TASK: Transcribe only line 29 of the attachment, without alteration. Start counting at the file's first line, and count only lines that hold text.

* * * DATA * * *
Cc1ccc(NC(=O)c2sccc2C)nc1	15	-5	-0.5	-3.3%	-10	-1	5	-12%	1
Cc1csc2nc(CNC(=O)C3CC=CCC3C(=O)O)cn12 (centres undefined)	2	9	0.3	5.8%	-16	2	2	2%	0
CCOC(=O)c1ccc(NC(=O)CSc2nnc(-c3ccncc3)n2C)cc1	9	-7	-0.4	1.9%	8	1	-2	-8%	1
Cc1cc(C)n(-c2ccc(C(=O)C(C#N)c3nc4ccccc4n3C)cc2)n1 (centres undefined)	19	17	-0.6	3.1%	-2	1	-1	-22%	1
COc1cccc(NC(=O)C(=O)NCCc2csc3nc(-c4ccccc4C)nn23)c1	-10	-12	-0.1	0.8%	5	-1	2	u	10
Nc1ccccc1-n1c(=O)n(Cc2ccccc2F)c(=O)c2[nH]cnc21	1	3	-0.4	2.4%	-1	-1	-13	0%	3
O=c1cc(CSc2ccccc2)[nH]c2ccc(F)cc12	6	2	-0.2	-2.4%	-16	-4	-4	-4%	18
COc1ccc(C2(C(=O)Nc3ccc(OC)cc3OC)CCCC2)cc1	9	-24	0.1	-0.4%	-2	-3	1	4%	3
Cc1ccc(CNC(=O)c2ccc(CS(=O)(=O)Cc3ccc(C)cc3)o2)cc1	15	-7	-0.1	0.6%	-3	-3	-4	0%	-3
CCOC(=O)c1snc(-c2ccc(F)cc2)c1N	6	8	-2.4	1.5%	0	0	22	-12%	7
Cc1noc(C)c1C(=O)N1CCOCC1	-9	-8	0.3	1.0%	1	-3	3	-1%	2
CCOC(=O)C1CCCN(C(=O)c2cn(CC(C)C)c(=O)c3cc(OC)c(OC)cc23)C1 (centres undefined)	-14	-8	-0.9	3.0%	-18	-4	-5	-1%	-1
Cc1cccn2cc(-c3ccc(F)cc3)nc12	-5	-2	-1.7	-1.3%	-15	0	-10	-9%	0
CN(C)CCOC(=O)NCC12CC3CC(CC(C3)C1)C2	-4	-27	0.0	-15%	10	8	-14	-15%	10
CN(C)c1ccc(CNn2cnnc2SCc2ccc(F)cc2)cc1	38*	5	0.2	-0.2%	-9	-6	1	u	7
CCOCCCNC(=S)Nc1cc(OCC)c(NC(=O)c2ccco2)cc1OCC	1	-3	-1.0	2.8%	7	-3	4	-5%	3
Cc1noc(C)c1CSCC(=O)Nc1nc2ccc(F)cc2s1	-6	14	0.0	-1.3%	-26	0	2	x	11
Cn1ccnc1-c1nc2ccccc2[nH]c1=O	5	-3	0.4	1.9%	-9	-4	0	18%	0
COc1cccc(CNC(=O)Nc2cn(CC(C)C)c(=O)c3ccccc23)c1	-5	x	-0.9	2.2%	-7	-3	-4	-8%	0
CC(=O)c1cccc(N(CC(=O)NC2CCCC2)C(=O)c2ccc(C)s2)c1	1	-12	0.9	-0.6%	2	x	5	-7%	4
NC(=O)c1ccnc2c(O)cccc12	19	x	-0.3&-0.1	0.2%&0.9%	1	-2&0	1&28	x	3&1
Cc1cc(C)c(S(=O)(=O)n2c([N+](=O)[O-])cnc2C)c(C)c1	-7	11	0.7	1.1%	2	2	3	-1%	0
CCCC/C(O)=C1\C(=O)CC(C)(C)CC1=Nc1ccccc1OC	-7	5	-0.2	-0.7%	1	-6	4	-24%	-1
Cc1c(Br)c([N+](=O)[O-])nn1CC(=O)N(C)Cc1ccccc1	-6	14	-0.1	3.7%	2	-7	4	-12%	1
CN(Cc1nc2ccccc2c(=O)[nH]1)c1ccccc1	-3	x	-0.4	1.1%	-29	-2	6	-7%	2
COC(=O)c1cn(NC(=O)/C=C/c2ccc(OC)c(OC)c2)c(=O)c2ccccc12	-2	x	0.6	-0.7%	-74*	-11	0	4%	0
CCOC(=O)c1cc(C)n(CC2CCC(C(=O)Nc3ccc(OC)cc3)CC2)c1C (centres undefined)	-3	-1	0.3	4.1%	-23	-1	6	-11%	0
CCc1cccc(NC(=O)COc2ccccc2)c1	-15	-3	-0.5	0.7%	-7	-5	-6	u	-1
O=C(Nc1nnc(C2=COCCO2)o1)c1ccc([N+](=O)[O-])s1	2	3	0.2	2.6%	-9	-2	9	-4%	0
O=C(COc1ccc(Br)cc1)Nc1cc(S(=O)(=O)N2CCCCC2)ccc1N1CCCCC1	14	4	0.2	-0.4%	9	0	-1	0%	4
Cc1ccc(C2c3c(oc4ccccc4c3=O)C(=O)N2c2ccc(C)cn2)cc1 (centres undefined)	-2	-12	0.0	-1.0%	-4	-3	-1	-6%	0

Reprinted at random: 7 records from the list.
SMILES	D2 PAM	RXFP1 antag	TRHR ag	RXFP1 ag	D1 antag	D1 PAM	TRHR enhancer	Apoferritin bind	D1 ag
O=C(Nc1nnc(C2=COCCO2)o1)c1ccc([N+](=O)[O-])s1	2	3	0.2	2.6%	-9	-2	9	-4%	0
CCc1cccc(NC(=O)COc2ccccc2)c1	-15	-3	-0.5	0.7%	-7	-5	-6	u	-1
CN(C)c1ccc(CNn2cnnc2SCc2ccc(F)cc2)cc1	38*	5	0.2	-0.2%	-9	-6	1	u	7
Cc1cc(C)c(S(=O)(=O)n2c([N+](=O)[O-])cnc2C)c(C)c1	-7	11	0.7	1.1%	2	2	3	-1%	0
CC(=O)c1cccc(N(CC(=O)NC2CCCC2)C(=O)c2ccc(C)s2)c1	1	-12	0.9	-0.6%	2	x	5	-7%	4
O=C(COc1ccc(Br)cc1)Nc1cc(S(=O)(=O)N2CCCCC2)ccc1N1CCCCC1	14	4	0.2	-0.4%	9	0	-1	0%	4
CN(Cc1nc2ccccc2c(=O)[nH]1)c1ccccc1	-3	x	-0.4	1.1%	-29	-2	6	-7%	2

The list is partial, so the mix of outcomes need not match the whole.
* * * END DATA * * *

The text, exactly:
O=C(Nc1nnc(C2=COCCO2)o1)c1ccc([N+](=O)[O-])s1	2	3	0.2	2.6%	-9	-2	9	-4%	0